With the spring and summer fading into the fall migration, our northern outdoors becomes largely devoid of song, replaced by the chips and chirps and calls that are so hard to identify. I continue to try to learn who is behind any given call, but this is very challenging and frustrating. I soon yearn for the full song that will rise again next spring.
So, yes, savor each and every moment, each and every day, when you hear the full song of our migrant and breeding birds. Time will flash by before we have to endure another long drought of song. Oh, I have to go now. I think I just heard a Scarlet Tanager and I want to follow its song. Not exactly beautiful, but sweet to my ears.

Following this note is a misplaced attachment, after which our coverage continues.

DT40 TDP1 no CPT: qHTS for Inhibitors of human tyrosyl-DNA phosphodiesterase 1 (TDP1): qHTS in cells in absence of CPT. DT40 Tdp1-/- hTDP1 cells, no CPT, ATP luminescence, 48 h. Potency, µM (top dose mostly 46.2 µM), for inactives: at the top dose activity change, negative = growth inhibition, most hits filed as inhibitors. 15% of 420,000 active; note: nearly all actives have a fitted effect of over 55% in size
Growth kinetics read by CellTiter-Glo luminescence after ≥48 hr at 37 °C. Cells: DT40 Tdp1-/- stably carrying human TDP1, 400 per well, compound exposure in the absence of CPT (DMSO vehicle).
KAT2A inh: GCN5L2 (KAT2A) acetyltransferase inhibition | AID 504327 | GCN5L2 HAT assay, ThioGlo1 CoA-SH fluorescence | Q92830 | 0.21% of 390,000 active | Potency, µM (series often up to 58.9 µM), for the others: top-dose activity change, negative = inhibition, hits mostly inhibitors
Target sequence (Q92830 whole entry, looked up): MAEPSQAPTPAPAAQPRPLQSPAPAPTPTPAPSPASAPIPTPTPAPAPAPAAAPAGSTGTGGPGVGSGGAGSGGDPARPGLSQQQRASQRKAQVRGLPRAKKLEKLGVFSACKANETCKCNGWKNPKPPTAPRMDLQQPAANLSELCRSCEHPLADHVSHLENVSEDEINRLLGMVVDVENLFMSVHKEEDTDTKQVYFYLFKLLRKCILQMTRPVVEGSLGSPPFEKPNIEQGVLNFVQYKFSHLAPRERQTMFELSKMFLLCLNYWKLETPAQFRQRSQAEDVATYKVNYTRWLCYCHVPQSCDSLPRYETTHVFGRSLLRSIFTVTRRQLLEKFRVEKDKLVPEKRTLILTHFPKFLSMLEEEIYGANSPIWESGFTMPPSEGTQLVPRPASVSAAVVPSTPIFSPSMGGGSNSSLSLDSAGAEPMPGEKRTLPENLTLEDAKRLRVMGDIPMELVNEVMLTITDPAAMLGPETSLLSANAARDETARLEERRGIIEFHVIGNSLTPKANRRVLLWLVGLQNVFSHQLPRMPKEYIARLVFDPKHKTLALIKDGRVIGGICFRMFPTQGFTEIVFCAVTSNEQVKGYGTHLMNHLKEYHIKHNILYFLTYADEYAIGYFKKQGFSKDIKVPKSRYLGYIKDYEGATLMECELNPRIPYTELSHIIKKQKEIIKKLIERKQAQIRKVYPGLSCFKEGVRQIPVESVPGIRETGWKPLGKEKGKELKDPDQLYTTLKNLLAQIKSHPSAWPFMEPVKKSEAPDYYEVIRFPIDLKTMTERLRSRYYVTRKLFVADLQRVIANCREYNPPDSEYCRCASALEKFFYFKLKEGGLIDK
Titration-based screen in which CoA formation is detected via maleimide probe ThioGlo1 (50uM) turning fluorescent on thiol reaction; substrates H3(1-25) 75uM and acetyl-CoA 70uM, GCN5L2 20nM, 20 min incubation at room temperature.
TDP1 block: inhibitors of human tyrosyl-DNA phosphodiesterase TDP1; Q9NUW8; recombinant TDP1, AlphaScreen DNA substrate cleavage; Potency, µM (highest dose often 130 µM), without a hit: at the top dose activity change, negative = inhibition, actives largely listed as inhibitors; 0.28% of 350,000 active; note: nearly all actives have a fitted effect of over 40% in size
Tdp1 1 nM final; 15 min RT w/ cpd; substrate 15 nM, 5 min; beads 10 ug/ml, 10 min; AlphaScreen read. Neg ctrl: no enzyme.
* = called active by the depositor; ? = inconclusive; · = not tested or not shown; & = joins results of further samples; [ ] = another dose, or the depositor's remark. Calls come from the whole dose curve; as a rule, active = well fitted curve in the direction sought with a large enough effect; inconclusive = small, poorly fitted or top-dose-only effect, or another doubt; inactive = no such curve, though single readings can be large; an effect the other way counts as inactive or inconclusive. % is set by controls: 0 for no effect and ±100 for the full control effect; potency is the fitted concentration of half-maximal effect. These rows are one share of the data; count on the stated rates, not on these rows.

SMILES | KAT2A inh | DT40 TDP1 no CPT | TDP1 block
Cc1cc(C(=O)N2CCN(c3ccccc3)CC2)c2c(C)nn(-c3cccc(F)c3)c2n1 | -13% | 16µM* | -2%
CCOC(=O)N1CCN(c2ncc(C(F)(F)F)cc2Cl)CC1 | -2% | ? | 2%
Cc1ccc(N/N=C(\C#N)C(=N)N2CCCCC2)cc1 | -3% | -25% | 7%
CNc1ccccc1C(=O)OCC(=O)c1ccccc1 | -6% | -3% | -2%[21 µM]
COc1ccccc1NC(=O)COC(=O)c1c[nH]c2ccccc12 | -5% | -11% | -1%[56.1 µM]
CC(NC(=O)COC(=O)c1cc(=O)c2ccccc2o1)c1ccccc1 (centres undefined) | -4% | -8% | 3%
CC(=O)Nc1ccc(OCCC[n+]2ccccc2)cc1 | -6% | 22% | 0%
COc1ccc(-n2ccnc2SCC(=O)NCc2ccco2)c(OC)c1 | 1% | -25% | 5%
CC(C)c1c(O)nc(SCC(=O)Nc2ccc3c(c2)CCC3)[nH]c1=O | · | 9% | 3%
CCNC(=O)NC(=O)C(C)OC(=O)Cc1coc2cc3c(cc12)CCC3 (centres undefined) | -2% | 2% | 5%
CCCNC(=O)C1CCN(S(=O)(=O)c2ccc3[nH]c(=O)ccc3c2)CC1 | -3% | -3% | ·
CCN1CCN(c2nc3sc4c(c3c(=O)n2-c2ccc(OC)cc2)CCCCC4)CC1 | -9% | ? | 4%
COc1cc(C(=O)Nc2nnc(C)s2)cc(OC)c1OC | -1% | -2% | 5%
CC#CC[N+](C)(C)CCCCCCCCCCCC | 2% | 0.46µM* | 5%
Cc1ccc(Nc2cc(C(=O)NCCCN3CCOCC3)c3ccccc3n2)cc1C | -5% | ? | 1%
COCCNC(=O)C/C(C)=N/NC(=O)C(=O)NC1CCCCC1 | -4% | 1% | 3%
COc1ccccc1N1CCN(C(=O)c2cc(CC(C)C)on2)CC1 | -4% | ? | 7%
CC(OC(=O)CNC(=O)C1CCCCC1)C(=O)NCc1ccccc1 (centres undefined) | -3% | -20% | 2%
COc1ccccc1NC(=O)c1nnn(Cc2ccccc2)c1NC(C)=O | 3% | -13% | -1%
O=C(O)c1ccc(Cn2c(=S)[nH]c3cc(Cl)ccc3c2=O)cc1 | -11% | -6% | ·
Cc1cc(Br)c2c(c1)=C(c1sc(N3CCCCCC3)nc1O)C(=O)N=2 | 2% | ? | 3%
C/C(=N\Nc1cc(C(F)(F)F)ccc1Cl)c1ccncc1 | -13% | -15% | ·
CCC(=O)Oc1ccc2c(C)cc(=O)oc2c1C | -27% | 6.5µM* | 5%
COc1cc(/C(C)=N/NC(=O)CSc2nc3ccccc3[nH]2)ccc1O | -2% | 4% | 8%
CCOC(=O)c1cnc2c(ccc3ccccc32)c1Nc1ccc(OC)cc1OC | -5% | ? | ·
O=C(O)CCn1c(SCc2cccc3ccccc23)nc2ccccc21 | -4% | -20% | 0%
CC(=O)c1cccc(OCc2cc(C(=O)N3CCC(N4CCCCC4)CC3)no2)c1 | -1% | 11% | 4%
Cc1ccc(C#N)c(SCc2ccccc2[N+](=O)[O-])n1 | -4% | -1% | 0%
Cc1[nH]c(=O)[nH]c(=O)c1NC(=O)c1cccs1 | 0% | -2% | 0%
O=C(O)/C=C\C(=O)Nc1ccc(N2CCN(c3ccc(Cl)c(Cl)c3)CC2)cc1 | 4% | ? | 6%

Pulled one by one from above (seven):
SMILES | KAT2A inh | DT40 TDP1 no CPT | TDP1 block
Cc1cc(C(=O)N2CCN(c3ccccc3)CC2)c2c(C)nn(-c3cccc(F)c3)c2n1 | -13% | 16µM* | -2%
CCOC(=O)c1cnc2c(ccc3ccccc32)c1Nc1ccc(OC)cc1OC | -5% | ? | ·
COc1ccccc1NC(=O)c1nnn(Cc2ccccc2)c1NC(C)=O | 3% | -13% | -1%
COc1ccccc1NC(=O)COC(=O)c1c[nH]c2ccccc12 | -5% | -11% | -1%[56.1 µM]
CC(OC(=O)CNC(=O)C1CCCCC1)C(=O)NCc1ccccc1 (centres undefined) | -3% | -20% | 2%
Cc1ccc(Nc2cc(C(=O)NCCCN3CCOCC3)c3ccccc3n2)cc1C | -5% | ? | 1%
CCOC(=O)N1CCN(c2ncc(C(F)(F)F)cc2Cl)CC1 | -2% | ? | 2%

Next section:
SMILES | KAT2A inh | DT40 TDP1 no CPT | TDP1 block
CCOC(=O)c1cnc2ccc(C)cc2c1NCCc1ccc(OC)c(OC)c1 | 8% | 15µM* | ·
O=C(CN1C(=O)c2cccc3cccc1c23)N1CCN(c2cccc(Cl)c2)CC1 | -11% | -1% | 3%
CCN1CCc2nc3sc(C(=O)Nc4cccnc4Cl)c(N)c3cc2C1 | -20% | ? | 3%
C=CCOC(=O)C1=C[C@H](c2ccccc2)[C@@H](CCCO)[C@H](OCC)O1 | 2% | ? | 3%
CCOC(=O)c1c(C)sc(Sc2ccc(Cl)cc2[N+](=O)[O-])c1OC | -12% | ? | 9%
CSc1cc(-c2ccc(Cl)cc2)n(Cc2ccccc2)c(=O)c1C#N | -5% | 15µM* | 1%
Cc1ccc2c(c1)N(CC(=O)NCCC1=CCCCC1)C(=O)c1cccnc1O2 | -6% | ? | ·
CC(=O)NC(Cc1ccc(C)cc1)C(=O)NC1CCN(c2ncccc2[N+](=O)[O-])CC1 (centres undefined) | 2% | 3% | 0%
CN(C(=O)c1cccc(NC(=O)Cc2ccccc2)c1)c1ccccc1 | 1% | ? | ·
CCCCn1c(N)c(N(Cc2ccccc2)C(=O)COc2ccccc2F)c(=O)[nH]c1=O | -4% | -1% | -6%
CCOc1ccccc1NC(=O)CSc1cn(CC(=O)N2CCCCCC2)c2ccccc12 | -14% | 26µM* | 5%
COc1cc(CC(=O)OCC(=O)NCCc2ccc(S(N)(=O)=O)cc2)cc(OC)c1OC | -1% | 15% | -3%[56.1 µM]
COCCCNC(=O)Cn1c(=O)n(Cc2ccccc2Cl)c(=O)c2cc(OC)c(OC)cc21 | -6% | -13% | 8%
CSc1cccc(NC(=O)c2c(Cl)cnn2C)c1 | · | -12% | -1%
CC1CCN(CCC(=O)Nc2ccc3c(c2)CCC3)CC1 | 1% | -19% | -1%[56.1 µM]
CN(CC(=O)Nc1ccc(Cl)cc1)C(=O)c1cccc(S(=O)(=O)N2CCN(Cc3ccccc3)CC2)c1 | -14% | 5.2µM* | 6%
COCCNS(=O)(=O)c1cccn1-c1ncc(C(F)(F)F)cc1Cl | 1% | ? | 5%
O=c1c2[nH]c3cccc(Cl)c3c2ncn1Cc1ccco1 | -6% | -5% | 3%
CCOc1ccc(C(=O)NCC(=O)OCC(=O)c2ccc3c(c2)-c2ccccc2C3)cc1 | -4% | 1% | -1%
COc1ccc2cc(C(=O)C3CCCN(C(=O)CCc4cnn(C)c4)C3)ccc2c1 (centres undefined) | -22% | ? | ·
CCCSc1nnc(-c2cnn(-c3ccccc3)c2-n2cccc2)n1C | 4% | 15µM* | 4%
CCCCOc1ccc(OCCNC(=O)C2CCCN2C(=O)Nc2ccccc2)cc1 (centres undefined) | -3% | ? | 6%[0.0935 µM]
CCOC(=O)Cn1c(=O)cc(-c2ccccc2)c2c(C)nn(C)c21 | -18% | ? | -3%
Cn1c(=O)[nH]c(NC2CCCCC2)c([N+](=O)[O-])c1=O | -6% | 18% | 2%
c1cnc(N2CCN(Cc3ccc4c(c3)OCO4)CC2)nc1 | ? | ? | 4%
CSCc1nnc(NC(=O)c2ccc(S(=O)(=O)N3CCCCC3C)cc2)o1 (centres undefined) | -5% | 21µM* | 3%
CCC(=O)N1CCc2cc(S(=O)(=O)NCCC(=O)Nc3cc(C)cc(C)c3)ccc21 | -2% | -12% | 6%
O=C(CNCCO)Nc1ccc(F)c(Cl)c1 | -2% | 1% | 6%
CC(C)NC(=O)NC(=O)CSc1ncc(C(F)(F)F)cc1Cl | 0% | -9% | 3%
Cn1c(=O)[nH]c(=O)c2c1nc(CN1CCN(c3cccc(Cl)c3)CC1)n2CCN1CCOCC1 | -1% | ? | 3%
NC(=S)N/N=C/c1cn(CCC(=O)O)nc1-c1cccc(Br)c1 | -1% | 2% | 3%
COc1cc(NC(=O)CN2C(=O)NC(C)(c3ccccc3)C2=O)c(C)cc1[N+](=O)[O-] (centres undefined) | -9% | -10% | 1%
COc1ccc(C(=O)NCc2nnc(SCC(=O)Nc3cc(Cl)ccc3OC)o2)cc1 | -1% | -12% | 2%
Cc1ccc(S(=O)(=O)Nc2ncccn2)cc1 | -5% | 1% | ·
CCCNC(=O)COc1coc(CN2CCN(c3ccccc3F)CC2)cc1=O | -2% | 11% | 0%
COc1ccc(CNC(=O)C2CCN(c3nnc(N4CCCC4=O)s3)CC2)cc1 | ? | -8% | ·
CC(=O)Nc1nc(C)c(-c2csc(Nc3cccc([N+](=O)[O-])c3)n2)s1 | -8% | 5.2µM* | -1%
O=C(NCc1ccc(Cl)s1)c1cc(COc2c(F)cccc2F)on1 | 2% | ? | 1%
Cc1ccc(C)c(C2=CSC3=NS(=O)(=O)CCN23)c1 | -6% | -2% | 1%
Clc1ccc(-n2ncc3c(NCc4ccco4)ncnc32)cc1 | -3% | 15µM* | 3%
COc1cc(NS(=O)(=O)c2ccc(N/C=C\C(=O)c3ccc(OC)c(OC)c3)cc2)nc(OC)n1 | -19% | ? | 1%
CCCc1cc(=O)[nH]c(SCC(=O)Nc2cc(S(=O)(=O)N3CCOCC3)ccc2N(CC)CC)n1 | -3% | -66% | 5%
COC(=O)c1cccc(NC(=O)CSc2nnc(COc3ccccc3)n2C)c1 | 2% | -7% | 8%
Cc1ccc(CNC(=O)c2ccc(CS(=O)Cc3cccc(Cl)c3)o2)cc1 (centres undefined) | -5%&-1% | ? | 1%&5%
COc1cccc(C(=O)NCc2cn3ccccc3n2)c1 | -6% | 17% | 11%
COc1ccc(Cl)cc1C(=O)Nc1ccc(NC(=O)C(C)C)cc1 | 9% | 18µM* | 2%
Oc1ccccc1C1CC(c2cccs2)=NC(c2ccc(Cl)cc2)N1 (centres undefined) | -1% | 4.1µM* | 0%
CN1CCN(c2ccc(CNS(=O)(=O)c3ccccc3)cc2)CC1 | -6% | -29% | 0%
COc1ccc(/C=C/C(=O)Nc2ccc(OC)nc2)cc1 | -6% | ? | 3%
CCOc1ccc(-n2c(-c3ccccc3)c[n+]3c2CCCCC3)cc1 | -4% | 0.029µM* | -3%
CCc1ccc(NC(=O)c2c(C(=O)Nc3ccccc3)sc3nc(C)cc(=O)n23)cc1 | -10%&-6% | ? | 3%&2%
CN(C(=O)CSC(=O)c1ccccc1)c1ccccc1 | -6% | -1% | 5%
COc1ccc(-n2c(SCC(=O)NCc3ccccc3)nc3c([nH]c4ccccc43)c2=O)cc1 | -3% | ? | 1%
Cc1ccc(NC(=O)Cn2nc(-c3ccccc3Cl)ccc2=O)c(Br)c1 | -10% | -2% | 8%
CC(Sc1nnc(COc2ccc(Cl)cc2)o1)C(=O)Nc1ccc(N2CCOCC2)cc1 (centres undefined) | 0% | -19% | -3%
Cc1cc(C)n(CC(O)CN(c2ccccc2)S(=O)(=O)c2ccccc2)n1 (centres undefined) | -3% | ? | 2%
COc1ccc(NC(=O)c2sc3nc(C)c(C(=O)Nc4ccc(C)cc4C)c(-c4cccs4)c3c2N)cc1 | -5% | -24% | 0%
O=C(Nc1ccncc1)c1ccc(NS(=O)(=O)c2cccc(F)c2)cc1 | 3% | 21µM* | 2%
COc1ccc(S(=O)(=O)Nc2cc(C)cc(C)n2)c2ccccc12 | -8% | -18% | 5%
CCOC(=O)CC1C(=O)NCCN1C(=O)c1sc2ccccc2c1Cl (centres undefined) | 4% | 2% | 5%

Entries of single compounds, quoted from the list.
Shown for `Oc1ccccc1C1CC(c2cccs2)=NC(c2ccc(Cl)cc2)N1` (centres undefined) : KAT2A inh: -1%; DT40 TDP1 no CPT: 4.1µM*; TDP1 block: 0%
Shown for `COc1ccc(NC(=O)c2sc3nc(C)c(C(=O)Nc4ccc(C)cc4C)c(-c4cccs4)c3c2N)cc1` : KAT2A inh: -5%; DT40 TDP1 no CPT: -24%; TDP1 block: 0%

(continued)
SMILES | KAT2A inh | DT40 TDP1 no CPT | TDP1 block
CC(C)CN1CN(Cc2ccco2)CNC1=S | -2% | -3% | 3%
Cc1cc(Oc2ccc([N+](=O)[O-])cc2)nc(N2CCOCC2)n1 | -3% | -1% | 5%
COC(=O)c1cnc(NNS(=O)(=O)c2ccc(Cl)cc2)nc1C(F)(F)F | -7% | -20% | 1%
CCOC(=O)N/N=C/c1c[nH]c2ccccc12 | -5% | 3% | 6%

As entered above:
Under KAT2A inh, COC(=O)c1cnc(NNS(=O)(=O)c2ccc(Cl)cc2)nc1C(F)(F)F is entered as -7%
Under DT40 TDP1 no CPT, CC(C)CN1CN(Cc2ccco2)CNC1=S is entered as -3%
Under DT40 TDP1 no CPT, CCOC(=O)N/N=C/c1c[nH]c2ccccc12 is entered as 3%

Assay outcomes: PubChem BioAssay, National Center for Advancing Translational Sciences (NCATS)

Martha Steele, a former editor of Bird Observer, has been progressively losing vision due to retinitis pigmentosa and is legally blind. Thanks to a cochlear implant, she is now learning to identify birds from their songs and calls. Martha lives with her husband, Bob Stymeist, in Arlington. Martha can be reached at firstname.lastname@example.org.